# Warm-Up Exercise 12

## Due 12:15 pm, Mon 24 Sep 2012

Physics 123, Fall 2012

Imagine a system like a checkerboard (8x8 grid) where 8 of the 64 spaces may be occupied, the rest empty. Selecting the 8 occupied squares at random, there are a lot of possible outcomes (how many?).

The 5 cases above are possible outcomes. Rank these in order of least likely to most likely. Explain your reasoning.

All of the states are equally likely. Every microstate is as likely as any other. Of course, this is not true for *macrostates*. (By the way, there are "64 choose 8" = 4,426,165,368 total microstates like this. See here for the formula if you are unfamiliar with it.)

Using the same situation as in the first problem, imagine a *macrostate* that is composed of all of the microstates where all of the occupied squares touch at least one other occupied square (diagonally or adjacent). Compare that to a second macrostate where only 2 or fewer of the 8 occupied squares are touching each other. Which of these macrostates is more likely? Explain.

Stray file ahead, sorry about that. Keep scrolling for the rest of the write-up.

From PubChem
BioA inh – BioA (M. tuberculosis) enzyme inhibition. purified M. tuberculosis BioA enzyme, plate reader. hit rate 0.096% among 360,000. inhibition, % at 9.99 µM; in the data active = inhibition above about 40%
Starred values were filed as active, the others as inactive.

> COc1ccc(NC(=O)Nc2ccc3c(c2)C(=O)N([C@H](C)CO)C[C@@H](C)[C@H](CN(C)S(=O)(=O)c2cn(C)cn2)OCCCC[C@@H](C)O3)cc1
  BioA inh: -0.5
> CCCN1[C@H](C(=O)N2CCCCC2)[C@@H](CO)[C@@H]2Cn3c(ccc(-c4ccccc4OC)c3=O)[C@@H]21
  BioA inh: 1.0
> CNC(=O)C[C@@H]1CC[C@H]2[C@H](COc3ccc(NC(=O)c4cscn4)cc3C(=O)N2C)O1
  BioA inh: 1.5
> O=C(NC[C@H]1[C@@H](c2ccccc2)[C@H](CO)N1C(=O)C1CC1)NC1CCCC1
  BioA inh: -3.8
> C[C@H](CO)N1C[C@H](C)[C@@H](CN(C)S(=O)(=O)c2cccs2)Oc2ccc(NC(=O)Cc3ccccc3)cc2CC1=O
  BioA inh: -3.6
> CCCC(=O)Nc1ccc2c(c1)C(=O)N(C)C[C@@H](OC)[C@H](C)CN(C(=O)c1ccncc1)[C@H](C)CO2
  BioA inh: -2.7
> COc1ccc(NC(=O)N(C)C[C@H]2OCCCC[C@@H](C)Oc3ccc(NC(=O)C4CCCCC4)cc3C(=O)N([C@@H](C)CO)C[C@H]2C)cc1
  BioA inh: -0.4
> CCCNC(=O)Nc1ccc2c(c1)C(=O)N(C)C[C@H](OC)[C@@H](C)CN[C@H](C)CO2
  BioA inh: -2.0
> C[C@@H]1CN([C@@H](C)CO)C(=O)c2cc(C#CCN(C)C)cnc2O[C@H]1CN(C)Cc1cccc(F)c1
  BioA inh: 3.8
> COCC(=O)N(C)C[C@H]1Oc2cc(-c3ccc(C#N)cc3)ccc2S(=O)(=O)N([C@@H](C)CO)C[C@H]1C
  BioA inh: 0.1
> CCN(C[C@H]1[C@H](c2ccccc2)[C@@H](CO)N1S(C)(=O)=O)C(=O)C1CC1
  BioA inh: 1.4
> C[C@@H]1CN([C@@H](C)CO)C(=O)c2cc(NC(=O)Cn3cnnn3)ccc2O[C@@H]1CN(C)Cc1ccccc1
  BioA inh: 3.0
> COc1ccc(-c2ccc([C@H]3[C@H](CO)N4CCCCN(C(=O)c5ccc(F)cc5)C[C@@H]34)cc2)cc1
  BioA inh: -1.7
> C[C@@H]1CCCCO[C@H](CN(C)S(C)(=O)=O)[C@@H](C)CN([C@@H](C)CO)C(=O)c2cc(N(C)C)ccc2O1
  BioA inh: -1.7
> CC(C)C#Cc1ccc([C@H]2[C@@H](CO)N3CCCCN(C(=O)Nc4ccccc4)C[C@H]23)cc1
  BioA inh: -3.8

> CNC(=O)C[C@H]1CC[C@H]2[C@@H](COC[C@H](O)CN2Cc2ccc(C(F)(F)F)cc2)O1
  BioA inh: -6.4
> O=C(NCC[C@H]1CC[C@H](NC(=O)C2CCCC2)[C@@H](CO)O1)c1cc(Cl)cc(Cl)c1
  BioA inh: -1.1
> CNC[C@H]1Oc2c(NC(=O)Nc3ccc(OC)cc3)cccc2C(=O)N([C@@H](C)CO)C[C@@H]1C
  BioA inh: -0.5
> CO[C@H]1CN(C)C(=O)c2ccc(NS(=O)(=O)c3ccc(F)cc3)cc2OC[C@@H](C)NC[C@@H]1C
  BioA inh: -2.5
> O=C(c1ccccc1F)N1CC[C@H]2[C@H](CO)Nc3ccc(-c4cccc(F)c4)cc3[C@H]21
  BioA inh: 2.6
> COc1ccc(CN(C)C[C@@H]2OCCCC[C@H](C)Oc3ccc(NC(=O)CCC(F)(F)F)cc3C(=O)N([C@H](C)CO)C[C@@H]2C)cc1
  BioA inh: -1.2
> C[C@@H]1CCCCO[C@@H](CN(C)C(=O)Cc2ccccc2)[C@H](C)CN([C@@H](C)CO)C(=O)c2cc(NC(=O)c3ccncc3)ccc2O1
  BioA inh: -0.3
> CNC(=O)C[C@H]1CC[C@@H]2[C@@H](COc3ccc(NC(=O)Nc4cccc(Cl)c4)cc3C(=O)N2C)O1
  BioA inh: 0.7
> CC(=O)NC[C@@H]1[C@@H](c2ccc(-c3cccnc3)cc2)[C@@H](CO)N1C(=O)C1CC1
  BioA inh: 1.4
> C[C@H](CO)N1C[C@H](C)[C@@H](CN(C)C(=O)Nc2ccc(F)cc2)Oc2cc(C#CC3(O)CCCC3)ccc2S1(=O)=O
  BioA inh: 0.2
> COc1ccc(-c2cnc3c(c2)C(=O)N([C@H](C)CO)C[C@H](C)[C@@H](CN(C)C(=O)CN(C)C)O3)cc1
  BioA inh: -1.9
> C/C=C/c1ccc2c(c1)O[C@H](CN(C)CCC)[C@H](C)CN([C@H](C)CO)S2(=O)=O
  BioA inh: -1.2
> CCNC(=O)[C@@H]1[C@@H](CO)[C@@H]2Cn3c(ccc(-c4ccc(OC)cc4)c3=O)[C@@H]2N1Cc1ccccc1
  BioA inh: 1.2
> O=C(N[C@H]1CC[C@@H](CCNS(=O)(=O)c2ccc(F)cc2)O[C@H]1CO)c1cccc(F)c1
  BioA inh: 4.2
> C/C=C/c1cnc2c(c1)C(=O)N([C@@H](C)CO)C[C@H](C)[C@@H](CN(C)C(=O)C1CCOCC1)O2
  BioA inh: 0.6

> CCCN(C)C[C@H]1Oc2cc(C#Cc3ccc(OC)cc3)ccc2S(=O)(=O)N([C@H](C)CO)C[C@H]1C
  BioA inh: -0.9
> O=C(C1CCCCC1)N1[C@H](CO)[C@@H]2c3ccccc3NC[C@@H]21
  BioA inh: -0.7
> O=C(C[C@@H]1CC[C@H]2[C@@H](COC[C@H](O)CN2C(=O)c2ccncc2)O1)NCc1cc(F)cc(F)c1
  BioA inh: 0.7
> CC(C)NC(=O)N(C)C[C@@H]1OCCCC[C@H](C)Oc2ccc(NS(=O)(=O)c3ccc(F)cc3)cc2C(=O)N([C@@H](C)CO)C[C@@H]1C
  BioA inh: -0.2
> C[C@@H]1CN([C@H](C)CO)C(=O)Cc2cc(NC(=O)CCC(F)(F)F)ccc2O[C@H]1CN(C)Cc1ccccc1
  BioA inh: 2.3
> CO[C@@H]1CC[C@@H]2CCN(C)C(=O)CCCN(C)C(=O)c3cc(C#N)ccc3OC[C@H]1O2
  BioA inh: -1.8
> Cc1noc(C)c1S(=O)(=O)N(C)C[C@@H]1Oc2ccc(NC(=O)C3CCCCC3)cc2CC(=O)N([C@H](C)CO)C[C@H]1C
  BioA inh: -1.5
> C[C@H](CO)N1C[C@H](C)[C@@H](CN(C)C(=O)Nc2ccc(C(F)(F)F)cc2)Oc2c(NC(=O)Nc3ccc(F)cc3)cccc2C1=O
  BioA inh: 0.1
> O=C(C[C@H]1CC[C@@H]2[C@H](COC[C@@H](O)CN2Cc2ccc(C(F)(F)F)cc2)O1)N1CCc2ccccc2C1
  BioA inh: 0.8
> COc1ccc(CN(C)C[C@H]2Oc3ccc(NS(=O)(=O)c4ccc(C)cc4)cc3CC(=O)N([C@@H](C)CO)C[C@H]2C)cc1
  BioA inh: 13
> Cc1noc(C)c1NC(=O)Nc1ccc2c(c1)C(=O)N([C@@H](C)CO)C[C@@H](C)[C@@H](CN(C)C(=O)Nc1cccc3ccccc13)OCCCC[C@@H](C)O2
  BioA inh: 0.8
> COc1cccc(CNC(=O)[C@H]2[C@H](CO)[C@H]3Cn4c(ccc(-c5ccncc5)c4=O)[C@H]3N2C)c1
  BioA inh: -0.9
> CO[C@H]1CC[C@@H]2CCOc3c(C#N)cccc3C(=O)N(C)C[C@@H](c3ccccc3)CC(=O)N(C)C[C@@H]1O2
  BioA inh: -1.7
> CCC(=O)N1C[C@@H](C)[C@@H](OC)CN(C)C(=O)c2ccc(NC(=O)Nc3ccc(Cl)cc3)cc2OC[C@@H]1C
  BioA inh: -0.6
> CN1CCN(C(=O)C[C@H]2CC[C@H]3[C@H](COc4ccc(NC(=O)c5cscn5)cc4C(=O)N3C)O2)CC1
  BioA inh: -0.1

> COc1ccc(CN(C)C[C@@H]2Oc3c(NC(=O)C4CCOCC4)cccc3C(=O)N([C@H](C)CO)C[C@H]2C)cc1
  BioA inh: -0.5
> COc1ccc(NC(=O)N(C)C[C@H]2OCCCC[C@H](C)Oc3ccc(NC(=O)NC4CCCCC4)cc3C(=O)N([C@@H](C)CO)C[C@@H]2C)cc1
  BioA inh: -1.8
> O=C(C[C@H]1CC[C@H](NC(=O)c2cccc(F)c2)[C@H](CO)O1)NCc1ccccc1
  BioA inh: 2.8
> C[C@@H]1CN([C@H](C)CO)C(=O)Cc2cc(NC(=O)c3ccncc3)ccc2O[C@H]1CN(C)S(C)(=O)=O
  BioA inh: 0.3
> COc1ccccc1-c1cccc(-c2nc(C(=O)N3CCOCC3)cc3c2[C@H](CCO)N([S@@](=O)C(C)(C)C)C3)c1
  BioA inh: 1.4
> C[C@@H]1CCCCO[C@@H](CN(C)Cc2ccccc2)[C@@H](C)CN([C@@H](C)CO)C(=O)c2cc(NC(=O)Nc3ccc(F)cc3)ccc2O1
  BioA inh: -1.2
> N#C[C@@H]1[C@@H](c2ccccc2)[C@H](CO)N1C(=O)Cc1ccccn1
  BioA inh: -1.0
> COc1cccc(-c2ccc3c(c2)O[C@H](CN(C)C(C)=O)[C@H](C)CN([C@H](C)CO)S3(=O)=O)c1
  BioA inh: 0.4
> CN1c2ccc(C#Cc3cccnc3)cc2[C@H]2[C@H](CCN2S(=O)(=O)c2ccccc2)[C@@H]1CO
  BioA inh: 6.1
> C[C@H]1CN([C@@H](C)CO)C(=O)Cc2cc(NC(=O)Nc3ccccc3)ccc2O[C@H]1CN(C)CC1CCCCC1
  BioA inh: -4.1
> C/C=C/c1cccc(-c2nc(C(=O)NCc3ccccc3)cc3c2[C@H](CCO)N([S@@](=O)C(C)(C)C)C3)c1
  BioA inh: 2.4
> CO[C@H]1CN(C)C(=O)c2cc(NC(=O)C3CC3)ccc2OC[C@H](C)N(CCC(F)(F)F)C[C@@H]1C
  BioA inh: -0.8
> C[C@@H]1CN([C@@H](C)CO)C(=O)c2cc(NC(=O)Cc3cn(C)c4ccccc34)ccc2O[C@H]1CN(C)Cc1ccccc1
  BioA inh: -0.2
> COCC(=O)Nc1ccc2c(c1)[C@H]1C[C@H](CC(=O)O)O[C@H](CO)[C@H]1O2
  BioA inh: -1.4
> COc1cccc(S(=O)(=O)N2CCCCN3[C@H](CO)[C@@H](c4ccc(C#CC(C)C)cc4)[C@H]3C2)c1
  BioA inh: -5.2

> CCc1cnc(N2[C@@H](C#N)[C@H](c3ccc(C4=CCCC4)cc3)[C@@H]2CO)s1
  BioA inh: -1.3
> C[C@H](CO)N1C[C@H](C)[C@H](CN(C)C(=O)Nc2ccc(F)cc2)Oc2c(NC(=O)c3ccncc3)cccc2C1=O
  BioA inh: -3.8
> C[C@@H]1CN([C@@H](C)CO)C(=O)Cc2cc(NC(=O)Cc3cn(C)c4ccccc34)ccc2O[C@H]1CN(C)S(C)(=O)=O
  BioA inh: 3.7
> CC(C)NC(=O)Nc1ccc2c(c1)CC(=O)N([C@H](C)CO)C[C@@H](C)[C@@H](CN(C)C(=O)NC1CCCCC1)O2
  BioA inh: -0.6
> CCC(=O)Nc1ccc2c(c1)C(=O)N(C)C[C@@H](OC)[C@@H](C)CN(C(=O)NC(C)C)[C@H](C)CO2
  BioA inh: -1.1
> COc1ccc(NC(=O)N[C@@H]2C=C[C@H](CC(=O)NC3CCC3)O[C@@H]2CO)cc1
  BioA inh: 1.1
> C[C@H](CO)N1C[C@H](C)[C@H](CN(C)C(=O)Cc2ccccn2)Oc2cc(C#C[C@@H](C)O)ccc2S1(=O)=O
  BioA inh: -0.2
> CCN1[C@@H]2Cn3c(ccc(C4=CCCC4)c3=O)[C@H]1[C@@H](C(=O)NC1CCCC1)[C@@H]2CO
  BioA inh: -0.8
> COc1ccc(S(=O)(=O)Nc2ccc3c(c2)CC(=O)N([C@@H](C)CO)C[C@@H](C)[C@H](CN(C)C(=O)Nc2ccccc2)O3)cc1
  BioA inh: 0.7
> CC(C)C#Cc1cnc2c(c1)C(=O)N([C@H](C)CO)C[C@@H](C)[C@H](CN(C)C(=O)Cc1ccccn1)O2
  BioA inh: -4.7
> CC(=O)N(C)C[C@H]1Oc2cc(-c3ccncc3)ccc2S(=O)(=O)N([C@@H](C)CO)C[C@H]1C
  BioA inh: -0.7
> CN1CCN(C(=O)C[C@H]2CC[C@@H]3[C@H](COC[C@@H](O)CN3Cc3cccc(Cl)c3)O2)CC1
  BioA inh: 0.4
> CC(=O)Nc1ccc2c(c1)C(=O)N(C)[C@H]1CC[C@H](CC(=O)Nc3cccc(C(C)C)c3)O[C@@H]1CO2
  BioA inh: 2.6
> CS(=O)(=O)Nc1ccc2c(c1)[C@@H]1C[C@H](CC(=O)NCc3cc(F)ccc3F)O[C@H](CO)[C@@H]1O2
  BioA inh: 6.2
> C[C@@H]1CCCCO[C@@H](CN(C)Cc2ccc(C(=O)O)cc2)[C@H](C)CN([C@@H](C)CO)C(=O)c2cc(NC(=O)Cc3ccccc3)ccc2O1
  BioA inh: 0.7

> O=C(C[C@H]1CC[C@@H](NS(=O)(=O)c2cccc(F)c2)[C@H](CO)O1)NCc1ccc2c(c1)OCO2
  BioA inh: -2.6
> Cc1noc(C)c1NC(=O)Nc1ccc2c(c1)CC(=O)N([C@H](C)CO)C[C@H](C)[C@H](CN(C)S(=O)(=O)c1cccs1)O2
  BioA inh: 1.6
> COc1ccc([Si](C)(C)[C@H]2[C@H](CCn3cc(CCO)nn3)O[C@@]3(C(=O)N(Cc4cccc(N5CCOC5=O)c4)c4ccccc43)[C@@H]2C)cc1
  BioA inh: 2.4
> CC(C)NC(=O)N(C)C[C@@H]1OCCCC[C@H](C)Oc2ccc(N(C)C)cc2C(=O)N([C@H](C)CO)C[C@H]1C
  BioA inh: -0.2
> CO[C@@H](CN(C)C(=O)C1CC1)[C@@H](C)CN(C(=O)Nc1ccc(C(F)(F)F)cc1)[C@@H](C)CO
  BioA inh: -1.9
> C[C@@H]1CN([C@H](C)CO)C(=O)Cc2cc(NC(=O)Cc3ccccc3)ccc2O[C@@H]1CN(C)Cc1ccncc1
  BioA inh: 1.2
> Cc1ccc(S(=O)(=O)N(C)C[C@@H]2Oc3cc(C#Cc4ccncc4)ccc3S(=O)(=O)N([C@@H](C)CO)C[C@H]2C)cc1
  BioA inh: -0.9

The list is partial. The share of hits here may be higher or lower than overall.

Without doing any calculations, the second kind of macrostate seems much more likely than the first. On an 8x8 grid, selecting 8 spots at random, it's fairly rare to select 8 spots that are *all* connected. It would much less likely than having two spots touching.

What's the difference between a macrostate and a microstate? How does that difference come into play in your answers to questions 1 and 2?

A macrostate the "big perspective" on a system, described by macroscopic state variables which describe a feature of the *whole* system. A microstate completely specificies all variables in the system. For example, a macrostate could be a gas at a given pressure; the microstate would be a particular set of molecular speeds and directions that give rise to that pressure.

Consider all of the gas particles in the room where you are sitting right now. Thinking about all the positions, speeds, and directions of the particles in the room, is this a likely macrostate? or an unlikely one? Also, describe a macrostate (not microstate), for the gas particles in this room, with the same energy that is quite different from this one.

This is a very likely macrostate, which is in fact the reason why the temperature/pressure/etc. in your room are what they are. A very *unlikely* macrostate would be one where the velocities of all particles are the same, but all of the fast-moving particles are in one half of the room and all of the slow molecules are in the other half.